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The exhibition includes works by Aníbal López and Paz Errázuriz that deal with rape, armed robbery, and assassination.

Vanderlei Lopes, Cavalo (2013). Bronze and earth. Variable dimensions. Photo: Isabela Matheus. Courtesy Pinacoteca del Estado de São Paulo.

The 22nd Bienal de Arte Paiz opened in Guatemala City and Antigua Guatemala last week.

Featuring 40 artists, the biennial is the largest in Central America and the second oldest in all of Latin America after Bienal de São Paulo, whose 34th edition begins in September this year.

Entitled Lost. In between. Together, the exhibition takes its name from a 2013 publication edited by Yoonis Osman Nuur and Jonas Staal that examined the plight of We Are Here, a group of over 200 refugees in the Netherlands who were denied a path to citizenship.

Detanico and Lain, Ring of fire (2010). Permanent light installation. Dimensions: Variables Photo: Florian Kleinefenn Courtesy: Institut de Physique du Globe de Paris (IPGP).

Chief curator Alexia Tala told Ocula Magazine such denial of citizenship 'is terribly violent and is in many ways the same violence that the nation state exercises in Central American countries with large indigenous communities — they too are "lost. In between. together".'

'The state recognises the Mayan presence and uses it in many forms of exoticisation, to sell the country within the framework of tourism through a kind of folklore, but denies them their forms of justice, their forms of coexistence, their forms of medicine, and even their political organisation,' she said.

Artistic responses to issues associated with colonisation, exploitation and the marginalisation of indigenous populations have been arranged under three themes.

The symposium 'Perverse Geographies / Cursed Geography', which took place on Saturday, included a proposal by Staal and lawyer Jan Fermon to collectivise Facebook. 'Pasts. Eternal. Futures' features solo projects by Guatemalan artist Aníbal López and Chilean photographer Paz Errázuriz. And 'Universes of Matter' is an exploration of traditional art practices.

Anibal Lopez, Una tonelada de libros tirada sobre la Avenida de la Reforma (One Ton of Books Dumped on Reforma Avenue) (2003). Performance. Courtesy the artist.

More than 60% of the works on show were commissioned especially for the biennial.

Adjunct curator Gabriel Rodríguez described the inclusion of works by López, who died in 2014, as 'a fair and necessary retrospective to dignify Guatemala's most important artist of the last 30 years.'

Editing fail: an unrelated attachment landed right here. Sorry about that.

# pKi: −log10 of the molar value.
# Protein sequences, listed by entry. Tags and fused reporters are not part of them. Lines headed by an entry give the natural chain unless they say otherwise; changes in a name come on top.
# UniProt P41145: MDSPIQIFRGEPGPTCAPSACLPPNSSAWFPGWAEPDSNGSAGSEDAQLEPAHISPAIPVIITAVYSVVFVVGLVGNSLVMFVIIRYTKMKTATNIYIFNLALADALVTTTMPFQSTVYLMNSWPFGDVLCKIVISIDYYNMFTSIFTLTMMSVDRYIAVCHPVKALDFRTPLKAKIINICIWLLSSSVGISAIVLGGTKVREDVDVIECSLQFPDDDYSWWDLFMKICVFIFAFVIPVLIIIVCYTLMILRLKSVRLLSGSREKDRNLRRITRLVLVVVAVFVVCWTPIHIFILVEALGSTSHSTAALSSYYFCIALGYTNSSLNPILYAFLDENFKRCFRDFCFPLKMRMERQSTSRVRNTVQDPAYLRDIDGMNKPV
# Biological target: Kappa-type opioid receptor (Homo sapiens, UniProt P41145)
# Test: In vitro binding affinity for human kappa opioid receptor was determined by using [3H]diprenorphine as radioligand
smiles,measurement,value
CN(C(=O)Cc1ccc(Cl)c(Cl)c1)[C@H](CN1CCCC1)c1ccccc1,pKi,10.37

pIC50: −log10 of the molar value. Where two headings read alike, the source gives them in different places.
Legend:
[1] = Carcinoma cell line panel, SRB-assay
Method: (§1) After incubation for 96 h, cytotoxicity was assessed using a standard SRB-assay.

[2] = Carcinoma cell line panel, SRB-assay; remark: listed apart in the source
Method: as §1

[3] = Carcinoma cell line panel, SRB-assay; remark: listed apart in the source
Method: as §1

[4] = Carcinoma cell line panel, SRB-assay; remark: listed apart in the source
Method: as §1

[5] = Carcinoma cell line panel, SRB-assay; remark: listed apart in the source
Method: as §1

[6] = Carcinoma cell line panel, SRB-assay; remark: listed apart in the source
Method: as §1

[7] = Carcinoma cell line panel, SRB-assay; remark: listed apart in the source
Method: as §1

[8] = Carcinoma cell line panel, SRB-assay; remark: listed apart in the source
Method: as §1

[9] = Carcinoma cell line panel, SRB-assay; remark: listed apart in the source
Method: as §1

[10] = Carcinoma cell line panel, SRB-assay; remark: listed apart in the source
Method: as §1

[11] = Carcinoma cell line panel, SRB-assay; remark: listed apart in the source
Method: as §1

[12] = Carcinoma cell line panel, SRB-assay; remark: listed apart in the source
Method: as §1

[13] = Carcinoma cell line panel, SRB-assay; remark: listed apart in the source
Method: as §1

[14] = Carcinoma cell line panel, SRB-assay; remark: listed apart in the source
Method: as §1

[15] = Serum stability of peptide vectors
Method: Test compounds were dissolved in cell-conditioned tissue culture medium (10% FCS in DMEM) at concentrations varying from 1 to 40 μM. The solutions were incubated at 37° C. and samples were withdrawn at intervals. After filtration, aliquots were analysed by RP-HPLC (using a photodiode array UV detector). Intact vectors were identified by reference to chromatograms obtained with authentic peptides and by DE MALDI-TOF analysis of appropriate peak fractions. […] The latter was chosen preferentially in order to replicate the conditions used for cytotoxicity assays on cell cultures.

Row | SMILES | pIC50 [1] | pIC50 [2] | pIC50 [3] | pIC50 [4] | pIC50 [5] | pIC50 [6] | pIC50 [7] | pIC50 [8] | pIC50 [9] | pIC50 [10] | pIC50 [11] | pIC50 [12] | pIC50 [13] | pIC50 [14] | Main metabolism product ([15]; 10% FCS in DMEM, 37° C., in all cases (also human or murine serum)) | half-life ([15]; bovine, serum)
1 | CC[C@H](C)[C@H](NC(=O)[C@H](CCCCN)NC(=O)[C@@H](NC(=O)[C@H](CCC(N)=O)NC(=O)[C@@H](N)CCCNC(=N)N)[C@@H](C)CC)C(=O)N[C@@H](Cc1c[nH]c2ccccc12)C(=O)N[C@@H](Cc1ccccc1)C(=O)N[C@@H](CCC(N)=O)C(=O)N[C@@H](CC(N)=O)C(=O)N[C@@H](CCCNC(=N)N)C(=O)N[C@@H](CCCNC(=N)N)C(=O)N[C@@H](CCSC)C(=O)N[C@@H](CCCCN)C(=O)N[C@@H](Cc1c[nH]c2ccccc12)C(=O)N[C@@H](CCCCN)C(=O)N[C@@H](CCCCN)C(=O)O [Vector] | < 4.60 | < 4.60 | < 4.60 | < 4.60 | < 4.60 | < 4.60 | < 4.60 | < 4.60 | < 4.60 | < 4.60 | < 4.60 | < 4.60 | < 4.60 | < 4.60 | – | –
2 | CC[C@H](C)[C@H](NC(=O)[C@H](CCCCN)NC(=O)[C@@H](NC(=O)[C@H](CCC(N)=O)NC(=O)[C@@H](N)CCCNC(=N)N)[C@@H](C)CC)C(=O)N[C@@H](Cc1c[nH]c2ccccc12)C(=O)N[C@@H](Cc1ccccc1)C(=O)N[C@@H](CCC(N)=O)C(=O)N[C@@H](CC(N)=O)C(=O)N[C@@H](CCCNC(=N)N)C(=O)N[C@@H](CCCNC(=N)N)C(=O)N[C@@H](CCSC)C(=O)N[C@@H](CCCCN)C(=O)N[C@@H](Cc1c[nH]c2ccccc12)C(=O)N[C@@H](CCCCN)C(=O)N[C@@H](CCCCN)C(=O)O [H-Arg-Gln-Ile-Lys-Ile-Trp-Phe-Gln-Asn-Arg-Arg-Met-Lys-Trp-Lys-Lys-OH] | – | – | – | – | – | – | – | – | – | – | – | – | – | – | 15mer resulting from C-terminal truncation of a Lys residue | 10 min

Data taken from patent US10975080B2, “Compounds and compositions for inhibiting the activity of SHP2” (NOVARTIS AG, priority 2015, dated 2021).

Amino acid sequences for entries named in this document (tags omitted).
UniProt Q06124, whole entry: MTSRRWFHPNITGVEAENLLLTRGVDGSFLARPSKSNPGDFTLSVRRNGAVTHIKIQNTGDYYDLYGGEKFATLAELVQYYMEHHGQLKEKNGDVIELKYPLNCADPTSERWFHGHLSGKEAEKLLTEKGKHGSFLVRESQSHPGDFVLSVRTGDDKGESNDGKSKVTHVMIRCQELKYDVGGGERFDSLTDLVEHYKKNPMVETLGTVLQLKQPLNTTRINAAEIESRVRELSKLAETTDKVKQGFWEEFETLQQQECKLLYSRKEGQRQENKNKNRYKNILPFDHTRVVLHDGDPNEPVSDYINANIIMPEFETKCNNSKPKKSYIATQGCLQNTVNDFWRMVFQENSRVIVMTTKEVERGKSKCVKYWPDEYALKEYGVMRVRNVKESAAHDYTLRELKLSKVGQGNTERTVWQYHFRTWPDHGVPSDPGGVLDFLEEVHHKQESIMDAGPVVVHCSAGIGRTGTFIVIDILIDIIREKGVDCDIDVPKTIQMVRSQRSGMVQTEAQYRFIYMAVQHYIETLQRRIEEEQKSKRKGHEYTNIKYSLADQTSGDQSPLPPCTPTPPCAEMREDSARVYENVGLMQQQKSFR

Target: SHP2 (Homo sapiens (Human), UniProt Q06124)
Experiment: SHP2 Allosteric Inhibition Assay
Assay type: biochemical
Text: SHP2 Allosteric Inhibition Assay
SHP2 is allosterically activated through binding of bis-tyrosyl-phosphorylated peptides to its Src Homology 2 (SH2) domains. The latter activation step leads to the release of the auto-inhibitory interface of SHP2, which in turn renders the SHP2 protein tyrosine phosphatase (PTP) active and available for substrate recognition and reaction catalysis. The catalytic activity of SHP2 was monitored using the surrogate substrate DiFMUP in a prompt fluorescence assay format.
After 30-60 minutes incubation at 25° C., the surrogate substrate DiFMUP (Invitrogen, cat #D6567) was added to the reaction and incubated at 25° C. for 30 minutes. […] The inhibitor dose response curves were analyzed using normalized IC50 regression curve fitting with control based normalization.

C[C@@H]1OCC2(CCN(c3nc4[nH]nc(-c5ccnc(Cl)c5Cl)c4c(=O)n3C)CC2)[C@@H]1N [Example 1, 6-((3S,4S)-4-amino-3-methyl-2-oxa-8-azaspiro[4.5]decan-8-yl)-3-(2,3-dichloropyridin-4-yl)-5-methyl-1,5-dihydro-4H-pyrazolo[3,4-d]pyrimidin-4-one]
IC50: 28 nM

'He gives special attention to the everyday relations where economically and socially harmful practices are normalised as a result of an accepted and rooted culture of violence,' Rodríguez said.

These relations are at play in works such as El Préstamo (The Loan) (2000), where the artist committed an armed robbery and used the stolen money to fund an exhibition, turning the victim into an art patron and spectators into accomplices. In Testimonio (2012), which López staged at documenta, a real Guatemalan assassin was presented for interrogation by the public.

Paz Errázuriz, Trans Guatemala (2020). Ten photographs, 35cm x 50cm. Courtesy the artist.

Works by Errázuriz were chosen from numerous series created over the past 40 years. They include Sepur Zarco (2019), which documents the first court case brought by Mayan women against soldiers who committed acts of sexual violence during Guatemala's 36-year civil war, and Trans Guatemala (2019), which was created in collaboration with the Guatemalan transgender community.

'[Errazuriz's] images do not simply reveal the faces of Indigenous women, which were kept hidden from the press and television; what is powerful here is how they are portrayed, their dignification,' Tala said. 'The effect is confrontational and awakens in us profound questions on inequality, capitalism, injustices, marginalisation and, ultimately, cruelty.'

The 22nd Bienal de Arte Paiz continues through 6 June.

The full list of participating artists is included below. —[O]

Participating Artists

Francisca Aninat (Chile),
Hellen Ascoli (Guatemala),
Ana Teresa Barboza (Peru),
Marilyn Boror (Guatemala),
Edgar Calel (Guatemala),
Sebastián Calfuqueo (Chile),
Benvenuto Chavajay (Guatemala),
Manuel Chavajay (Guatemala),
Jonathas de Andrade (Brazil),
Emo de Medeiros (Benin-France),
Detánico & Lain (Brazil),
Elimo Eliseo (Guatemala),
Paz Errázuriz (Chile),
Forensic Architecture & Forensic Oceanography (United Kingdom),
Rafael Freyre (Peru),
Wingston González (Guatemala),
Antonio José Guzmán (Panama/Holland),
Yasmin Hage (Guatemala),
Ayrson Heráclito (Brazil),
Diego Isaías Hernández (Guatemala),
Jessica Kairé (Guatemala),
Vanderlei Lopes (Brazil),
Aníbal López (Guatemala),
Oswaldo Maciá (Colombia),
Nelson Makengo (Congo),
Andrea Monroy (Guatemala),
Uriel Orlow (Switzerland),
Alejandro Paz (Guatemala),
Oscar Eduardo Perén (Guatemala),
Antonio Pichillá (Guatemala),
Ángel Poyón (Guatemala),
Fernando Poyón (Guatemala),
Naufus Ramírez Figueroa (Guatemala),
Naomi Rincón Gallardo (Mexico/USA),
Óscar Santillán (Ecuador/Holland),
Maya Saravia (Guatemala),
Angélica Serech (Guatemala),
Jonas Staal (Holland),
Pablo Vargas Lugo (Mexico),
Heba Y. Amin (Egypt).

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